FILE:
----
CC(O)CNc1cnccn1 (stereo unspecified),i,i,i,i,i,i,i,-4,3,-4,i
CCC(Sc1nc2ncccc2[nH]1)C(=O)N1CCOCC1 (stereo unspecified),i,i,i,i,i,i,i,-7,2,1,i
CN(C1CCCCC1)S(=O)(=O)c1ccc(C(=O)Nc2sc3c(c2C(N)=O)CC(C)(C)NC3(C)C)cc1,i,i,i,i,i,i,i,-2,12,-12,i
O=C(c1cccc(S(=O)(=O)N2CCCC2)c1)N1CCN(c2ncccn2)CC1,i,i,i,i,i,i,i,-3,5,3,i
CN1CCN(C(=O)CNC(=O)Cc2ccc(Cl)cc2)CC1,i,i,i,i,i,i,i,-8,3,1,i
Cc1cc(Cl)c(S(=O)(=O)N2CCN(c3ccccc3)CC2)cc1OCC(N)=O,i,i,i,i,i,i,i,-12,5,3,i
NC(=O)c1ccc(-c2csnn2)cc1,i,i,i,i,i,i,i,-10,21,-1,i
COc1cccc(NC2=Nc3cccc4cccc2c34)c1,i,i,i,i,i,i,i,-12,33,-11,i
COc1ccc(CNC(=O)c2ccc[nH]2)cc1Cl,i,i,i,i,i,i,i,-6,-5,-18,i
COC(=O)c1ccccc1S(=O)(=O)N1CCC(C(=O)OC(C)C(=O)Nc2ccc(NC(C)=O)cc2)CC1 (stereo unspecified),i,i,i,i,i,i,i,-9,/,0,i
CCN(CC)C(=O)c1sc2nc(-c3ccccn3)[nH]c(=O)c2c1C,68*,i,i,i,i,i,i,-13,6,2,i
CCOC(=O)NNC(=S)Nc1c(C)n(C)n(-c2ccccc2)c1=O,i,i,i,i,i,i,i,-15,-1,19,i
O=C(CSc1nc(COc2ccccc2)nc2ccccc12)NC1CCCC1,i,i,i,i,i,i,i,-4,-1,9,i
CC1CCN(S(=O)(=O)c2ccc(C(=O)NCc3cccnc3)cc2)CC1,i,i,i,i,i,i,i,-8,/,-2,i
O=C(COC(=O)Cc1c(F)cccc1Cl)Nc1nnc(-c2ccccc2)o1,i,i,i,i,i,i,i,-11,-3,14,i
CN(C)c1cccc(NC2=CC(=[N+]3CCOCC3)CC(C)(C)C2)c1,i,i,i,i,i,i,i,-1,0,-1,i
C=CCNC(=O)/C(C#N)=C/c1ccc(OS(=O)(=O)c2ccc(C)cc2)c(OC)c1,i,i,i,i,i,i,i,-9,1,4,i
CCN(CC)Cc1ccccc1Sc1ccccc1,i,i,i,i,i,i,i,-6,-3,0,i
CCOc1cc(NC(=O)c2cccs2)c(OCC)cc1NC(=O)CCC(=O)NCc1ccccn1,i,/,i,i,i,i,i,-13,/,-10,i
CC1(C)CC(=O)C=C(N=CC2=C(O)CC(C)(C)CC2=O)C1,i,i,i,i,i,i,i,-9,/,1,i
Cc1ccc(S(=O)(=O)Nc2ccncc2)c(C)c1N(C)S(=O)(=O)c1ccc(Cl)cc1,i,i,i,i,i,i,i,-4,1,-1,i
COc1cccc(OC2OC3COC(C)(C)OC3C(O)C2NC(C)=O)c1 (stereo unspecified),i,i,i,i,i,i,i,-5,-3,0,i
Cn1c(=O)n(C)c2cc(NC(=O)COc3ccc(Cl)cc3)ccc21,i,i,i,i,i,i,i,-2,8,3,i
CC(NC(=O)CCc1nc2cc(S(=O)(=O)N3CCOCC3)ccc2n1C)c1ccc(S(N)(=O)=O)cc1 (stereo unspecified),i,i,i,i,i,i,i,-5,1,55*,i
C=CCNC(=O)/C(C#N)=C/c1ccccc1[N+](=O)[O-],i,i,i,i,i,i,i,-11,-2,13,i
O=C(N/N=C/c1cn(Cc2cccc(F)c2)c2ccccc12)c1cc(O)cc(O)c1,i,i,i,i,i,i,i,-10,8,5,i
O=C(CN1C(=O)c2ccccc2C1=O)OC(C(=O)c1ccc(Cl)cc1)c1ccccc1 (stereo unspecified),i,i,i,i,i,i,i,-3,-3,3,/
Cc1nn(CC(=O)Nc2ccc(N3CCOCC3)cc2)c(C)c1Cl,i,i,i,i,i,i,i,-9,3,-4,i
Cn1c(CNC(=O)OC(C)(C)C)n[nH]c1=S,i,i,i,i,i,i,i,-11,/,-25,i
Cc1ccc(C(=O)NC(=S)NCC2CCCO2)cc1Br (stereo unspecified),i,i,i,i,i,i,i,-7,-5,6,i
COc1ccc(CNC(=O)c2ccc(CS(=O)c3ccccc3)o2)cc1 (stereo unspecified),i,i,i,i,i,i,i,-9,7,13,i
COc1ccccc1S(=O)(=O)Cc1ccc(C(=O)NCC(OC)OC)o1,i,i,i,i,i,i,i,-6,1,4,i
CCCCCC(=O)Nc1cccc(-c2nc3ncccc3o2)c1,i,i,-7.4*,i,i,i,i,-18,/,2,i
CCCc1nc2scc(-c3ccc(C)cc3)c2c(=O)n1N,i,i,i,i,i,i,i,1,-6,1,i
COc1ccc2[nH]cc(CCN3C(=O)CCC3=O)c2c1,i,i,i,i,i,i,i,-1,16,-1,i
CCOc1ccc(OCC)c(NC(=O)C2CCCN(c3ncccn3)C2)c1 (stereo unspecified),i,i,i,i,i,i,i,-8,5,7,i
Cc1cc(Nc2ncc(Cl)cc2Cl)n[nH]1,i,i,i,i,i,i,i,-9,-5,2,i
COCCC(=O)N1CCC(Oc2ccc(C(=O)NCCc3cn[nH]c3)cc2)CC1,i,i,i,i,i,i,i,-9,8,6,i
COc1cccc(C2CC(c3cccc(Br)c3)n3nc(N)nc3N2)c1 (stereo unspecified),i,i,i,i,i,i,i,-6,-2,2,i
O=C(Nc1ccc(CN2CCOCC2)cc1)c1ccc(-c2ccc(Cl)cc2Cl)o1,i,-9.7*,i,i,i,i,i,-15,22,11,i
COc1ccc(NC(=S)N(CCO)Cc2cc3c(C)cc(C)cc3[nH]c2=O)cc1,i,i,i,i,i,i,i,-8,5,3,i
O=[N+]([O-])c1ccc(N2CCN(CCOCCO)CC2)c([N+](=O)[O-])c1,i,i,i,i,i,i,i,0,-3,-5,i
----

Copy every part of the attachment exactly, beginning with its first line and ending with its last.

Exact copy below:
CC(O)CNc1cnccn1 (stereo unspecified),i,i,i,i,i,i,i,-4,3,-4,i
CCC(Sc1nc2ncccc2[nH]1)C(=O)N1CCOCC1 (stereo unspecified),i,i,i,i,i,i,i,-7,2,1,i
CN(C1CCCCC1)S(=O)(=O)c1ccc(C(=O)Nc2sc3c(c2C(N)=O)CC(C)(C)NC3(C)C)cc1,i,i,i,i,i,i,i,-2,12,-12,i
O=C(c1cccc(S(=O)(=O)N2CCCC2)c1)N1CCN(c2ncccn2)CC1,i,i,i,i,i,i,i,-3,5,3,i
CN1CCN(C(=O)CNC(=O)Cc2ccc(Cl)cc2)CC1,i,i,i,i,i,i,i,-8,3,1,i
Cc1cc(Cl)c(S(=O)(=O)N2CCN(c3ccccc3)CC2)cc1OCC(N)=O,i,i,i,i,i,i,i,-12,5,3,i
NC(=O)c1ccc(-c2csnn2)cc1,i,i,i,i,i,i,i,-10,21,-1,i
COc1cccc(NC2=Nc3cccc4cccc2c34)c1,i,i,i,i,i,i,i,-12,33,-11,i
COc1ccc(CNC(=O)c2ccc[nH]2)cc1Cl,i,i,i,i,i,i,i,-6,-5,-18,i
COC(=O)c1ccccc1S(=O)(=O)N1CCC(C(=O)OC(C)C(=O)Nc2ccc(NC(C)=O)cc2)CC1 (stereo unspecified),i,i,i,i,i,i,i,-9,/,0,i
CCN(CC)C(=O)c1sc2nc(-c3ccccn3)[nH]c(=O)c2c1C,68*,i,i,i,i,i,i,-13,6,2,i
CCOC(=O)NNC(=S)Nc1c(C)n(C)n(-c2ccccc2)c1=O,i,i,i,i,i,i,i,-15,-1,19,i
O=C(CSc1nc(COc2ccccc2)nc2ccccc12)NC1CCCC1,i,i,i,i,i,i,i,-4,-1,9,i
CC1CCN(S(=O)(=O)c2ccc(C(=O)NCc3cccnc3)cc2)CC1,i,i,i,i,i,i,i,-8,/,-2,i
O=C(COC(=O)Cc1c(F)cccc1Cl)Nc1nnc(-c2ccccc2)o1,i,i,i,i,i,i,i,-11,-3,14,i
CN(C)c1cccc(NC2=CC(=[N+]3CCOCC3)CC(C)(C)C2)c1,i,i,i,i,i,i,i,-1,0,-1,i
C=CCNC(=O)/C(C#N)=C/c1ccc(OS(=O)(=O)c2ccc(C)cc2)c(OC)c1,i,i,i,i,i,i,i,-9,1,4,i
CCN(CC)Cc1ccccc1Sc1ccccc1,i,i,i,i,i,i,i,-6,-3,0,i
CCOc1cc(NC(=O)c2cccs2)c(OCC)cc1NC(=O)CCC(=O)NCc1ccccn1,i,/,i,i,i,i,i,-13,/,-10,i
CC1(C)CC(=O)C=C(N=CC2=C(O)CC(C)(C)CC2=O)C1,i,i,i,i,i,i,i,-9,/,1,i
Cc1ccc(S(=O)(=O)Nc2ccncc2)c(C)c1N(C)S(=O)(=O)c1ccc(Cl)cc1,i,i,i,i,i,i,i,-4,1,-1,i
COc1cccc(OC2OC3COC(C)(C)OC3C(O)C2NC(C)=O)c1 (stereo unspecified),i,i,i,i,i,i,i,-5,-3,0,i
Cn1c(=O)n(C)c2cc(NC(=O)COc3ccc(Cl)cc3)ccc21,i,i,i,i,i,i,i,-2,8,3,i
CC(NC(=O)CCc1nc2cc(S(=O)(=O)N3CCOCC3)ccc2n1C)c1ccc(S(N)(=O)=O)cc1 (stereo unspecified),i,i,i,i,i,i,i,-5,1,55*,i
C=CCNC(=O)/C(C#N)=C/c1ccccc1[N+](=O)[O-],i,i,i,i,i,i,i,-11,-2,13,i
O=C(N/N=C/c1cn(Cc2cccc(F)c2)c2ccccc12)c1cc(O)cc(O)c1,i,i,i,i,i,i,i,-10,8,5,i
O=C(CN1C(=O)c2ccccc2C1=O)OC(C(=O)c1ccc(Cl)cc1)c1ccccc1 (stereo unspecified),i,i,i,i,i,i,i,-3,-3,3,/
Cc1nn(CC(=O)Nc2ccc(N3CCOCC3)cc2)c(C)c1Cl,i,i,i,i,i,i,i,-9,3,-4,i
Cn1c(CNC(=O)OC(C)(C)C)n[nH]c1=S,i,i,i,i,i,i,i,-11,/,-25,i
Cc1ccc(C(=O)NC(=S)NCC2CCCO2)cc1Br (stereo unspecified),i,i,i,i,i,i,i,-7,-5,6,i
COc1ccc(CNC(=O)c2ccc(CS(=O)c3ccccc3)o2)cc1 (stereo unspecified),i,i,i,i,i,i,i,-9,7,13,i
COc1ccccc1S(=O)(=O)Cc1ccc(C(=O)NCC(OC)OC)o1,i,i,i,i,i,i,i,-6,1,4,i
CCCCCC(=O)Nc1cccc(-c2nc3ncccc3o2)c1,i,i,-7.4*,i,i,i,i,-18,/,2,i
CCCc1nc2scc(-c3ccc(C)cc3)c2c(=O)n1N,i,i,i,i,i,i,i,1,-6,1,i
COc1ccc2[nH]cc(CCN3C(=O)CCC3=O)c2c1,i,i,i,i,i,i,i,-1,16,-1,i
CCOc1ccc(OCC)c(NC(=O)C2CCCN(c3ncccn3)C2)c1 (stereo unspecified),i,i,i,i,i,i,i,-8,5,7,i
Cc1cc(Nc2ncc(Cl)cc2Cl)n[nH]1,i,i,i,i,i,i,i,-9,-5,2,i
COCCC(=O)N1CCC(Oc2ccc(C(=O)NCCc3cn[nH]c3)cc2)CC1,i,i,i,i,i,i,i,-9,8,6,i
COc1cccc(C2CC(c3cccc(Br)c3)n3nc(N)nc3N2)c1 (stereo unspecified),i,i,i,i,i,i,i,-6,-2,2,i
O=C(Nc1ccc(CN2CCOCC2)cc1)c1ccc(-c2ccc(Cl)cc2Cl)o1,i,-9.7*,i,i,i,i,i,-15,22,11,i
COc1ccc(NC(=S)N(CCO)Cc2cc3c(C)cc(C)cc3[nH]c2=O)cc1,i,i,i,i,i,i,i,-8,5,3,i
O=[N+]([O-])c1ccc(N2CCN(CCOCCO)CC2)c([N+](=O)[O-])c1,i,i,i,i,i,i,i,0,-3,-5,i